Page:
‘The Vince Staples Show’ on Netflix is the West Coast ‘Atlanta’

Editor’s note: The following article is an op-ed, and the views expressed are the author’s own. Read more opinions on theGrio.

Ever since the end of “Atlanta,” the culture has needed something new. We needed another TV show that communicated the vibe of hip-hop culture the way “Atlanta” did. It’s so much fun watching the spirit of hip-hop on TV. “Dave” does this to a certain extent — I love “Dave” immensely — but now we have “The Vince Staples Show,” and some might call it the West Coast “Atlanta.” That would be high praise, and it would be accurate.  

“The Vince Staples Show” on Netflix is extraordinary. It’s draped in dry humor, Blackness, intelligence and the sort of daily craziness that Black people know all about. Rapper Vince Staples stars as himself, a well-known rapper — check out my 2017 interview with him. This is similar to the way that Lil’ Dicky stars as himself on “Dave,” but where “Dave” is about his life inside of the music industry, “The Vince Staples Show” is about Staples’s life outside of music. Like Paper Boi on “Atlanta,” he’s famous, but we never see him rap. This show gives us Staples moving through his normal life and dealing with the madness that can be way more compelling than the rap star life. 

There’s a collision between Blackness and absurdity on both “Atlanta” and “The Vince Staples Show” that I love. In one epic episode, Staples is at a bank when four Black men burst in, their faces covered in black and white makeup in a way that evokes the makeup the bank robbers wore in 1995’s “Dead Presidents.” Turns out Staples actually knows the robbers for real. They say hi, dap each other up and end up helping each other out. 

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Staples’ dry sense of humor is a big part of the show. It’s the sort of show where you’ll think, “This is really funny,” even though you never laugh out loud. It’s also the sort of show that makes the mundane somehow seem wild.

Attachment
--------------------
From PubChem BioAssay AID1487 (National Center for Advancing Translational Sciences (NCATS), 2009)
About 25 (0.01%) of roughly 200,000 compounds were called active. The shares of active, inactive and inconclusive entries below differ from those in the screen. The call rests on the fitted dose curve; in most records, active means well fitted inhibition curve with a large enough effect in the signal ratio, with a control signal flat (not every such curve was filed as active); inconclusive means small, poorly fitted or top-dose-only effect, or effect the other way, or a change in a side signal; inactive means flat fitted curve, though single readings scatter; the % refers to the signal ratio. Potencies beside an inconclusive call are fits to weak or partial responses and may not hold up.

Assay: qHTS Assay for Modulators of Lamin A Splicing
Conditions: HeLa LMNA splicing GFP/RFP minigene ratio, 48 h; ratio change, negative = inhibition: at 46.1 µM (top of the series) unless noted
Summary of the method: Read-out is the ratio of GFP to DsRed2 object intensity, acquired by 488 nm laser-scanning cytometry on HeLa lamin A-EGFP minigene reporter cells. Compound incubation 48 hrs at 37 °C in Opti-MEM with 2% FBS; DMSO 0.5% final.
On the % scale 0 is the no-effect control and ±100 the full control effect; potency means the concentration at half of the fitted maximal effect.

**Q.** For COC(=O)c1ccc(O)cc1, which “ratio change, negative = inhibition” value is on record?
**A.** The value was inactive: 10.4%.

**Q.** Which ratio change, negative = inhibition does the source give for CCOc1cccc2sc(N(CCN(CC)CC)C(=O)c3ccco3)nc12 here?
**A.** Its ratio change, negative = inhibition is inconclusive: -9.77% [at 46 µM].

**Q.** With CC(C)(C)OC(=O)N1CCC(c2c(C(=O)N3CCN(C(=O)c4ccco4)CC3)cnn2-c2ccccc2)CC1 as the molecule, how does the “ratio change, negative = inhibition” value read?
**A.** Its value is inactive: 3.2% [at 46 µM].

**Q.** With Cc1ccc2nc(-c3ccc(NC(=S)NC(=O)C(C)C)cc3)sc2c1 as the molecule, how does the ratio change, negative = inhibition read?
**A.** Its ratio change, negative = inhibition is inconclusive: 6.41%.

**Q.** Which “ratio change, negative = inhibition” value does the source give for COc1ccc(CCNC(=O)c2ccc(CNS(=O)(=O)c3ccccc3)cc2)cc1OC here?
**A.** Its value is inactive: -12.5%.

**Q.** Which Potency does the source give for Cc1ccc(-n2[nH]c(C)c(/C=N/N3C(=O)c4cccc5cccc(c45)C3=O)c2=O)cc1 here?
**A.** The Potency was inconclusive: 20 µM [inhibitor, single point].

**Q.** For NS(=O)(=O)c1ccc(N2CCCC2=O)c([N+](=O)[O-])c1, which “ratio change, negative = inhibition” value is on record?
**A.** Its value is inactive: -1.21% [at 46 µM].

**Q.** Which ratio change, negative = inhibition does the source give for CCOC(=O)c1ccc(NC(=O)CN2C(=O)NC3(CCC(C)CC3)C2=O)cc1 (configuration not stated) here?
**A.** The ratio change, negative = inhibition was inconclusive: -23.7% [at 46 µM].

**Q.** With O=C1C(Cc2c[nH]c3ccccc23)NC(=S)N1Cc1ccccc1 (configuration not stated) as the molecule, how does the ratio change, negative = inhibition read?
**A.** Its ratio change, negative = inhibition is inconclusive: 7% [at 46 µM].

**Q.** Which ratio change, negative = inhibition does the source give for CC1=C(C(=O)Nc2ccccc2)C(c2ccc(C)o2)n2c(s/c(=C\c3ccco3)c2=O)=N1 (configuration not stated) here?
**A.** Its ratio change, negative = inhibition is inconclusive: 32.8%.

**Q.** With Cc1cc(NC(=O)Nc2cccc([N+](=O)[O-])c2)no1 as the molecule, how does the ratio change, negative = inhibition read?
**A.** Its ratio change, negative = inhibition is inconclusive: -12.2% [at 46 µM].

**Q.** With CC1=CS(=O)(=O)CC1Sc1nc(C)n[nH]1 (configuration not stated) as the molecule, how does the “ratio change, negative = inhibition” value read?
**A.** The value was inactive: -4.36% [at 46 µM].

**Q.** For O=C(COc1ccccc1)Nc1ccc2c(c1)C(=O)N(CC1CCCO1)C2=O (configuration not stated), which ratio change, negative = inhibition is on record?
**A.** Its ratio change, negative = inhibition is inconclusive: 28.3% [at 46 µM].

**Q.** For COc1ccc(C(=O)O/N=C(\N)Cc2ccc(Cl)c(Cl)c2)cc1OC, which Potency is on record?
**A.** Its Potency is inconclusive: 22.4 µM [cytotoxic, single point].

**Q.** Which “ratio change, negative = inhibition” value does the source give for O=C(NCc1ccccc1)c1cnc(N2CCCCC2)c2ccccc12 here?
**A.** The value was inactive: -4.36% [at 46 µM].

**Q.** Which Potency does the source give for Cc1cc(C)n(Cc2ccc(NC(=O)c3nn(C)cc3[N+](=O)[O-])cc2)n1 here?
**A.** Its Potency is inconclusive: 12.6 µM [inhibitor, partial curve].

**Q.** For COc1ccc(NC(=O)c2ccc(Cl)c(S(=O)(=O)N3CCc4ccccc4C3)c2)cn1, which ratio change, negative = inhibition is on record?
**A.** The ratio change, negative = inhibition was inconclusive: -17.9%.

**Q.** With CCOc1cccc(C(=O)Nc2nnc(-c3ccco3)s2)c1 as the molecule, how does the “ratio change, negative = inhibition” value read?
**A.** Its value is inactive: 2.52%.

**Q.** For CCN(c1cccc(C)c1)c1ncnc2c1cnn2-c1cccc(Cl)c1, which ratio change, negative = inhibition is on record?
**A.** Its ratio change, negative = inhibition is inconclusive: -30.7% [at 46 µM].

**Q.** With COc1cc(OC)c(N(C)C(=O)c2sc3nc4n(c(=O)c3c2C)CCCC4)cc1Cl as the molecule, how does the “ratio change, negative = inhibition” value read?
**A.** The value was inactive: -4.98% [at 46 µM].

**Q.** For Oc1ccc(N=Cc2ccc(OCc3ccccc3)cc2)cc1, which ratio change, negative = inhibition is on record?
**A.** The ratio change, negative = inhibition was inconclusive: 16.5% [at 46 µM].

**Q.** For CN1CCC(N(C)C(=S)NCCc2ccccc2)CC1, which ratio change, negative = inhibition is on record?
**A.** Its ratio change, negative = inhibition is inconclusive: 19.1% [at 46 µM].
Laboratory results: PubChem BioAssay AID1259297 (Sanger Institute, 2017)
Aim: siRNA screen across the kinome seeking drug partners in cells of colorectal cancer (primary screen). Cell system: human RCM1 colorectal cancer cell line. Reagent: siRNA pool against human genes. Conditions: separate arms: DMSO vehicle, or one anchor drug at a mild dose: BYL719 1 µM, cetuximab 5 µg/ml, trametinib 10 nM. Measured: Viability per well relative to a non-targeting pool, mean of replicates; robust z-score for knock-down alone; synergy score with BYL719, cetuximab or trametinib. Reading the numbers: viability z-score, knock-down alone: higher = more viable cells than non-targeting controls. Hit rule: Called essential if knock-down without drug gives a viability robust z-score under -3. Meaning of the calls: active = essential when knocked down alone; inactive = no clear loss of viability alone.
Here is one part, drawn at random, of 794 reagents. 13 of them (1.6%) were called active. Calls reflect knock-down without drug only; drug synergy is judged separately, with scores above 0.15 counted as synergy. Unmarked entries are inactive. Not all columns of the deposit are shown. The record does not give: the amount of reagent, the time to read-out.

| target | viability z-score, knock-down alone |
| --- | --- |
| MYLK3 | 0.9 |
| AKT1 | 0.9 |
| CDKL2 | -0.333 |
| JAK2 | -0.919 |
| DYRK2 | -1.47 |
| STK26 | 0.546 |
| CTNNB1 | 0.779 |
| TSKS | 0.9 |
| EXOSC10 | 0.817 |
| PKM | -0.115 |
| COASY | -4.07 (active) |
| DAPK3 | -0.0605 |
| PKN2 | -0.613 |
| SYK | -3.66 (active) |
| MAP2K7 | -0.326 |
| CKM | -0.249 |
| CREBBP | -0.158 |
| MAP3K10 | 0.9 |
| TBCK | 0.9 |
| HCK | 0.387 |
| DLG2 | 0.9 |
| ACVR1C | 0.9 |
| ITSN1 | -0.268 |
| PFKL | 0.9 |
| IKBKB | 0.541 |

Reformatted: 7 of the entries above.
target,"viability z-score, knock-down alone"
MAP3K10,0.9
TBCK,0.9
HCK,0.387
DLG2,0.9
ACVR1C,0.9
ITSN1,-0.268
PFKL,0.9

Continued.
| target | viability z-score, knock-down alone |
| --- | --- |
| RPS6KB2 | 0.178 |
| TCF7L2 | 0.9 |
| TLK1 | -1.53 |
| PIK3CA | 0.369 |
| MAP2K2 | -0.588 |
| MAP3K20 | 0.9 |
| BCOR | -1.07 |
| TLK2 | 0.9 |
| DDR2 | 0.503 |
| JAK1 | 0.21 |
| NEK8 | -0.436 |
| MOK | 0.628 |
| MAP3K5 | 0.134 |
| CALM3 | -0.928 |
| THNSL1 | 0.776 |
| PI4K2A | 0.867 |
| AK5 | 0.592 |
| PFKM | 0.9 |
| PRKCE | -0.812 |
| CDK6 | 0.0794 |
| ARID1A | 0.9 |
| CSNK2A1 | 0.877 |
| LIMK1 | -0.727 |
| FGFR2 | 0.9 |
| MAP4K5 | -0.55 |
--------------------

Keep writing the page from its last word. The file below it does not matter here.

The show gives us a world where it seems like everyone is armed and everyone has been to jail at least once. After Staples gets locked up, he calls his mother, played by the legendary Vanessa Bell Calloway. He asks her to bail him out, and she refuses even though he bailed her out the week before. Even though Staples’ first episode takes us into jail, it does not feel like a stereotypical Black-man-on-TV-in-jail moment. I saw it more as an ironic comment on that stereotype. 

I love to see the hip-hop aesthetic translated into TV. Doing that is harder than just portraying hip-hop on TV. “Empire” was a phenomenal show that brought back what it was like to watch the epic record hip-hop labels of the ’90s do their thing. I loved “Empire,” but I felt like it was giving us a look at people who were in the hip-hop world rather than transmitting the actual vibe of hip-hop. “The Wire” and “Atlanta” are two shows that nailed the spirit of hip-hop culture. 

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On both of those shows, even when you saw some brothers just sitting around talking, it felt like what you would see if someone took a hip-hop song, pulled out all the sonic elements and distilled the soul of what makes hip-hop what it is, then put that on a screen. “The Vince Staples Show” does that, too. 

Now, when we say “The Vince Staples Show” is the West Coast “Atlanta” we don’t mean that it’s as good as “Atlanta,” which is one of the best and Blackest shows to ever appear on TV. We have a long way to go to reach the level of “Atlanta,” but “The Vince Staples Show’s” rookie season is an amazing start. 


Touré, theGrio.com

Touré is a host and Creative Director at theGrio. He is the host of Masters of the Game on theGrioTV. He is also the host and creator of the docuseries podcast “Being Black: The ’80s” and the animated show “Star Stories with Toure” which you can find at TheGrio.com/starstories. He is also the host of the podcast “Toure Show” and the podcast docuseries “Who Was Prince?” He is the author of eight books including the Prince biography Nothing Compares 2 U and the ebook The Ivy League Counterfeiter.

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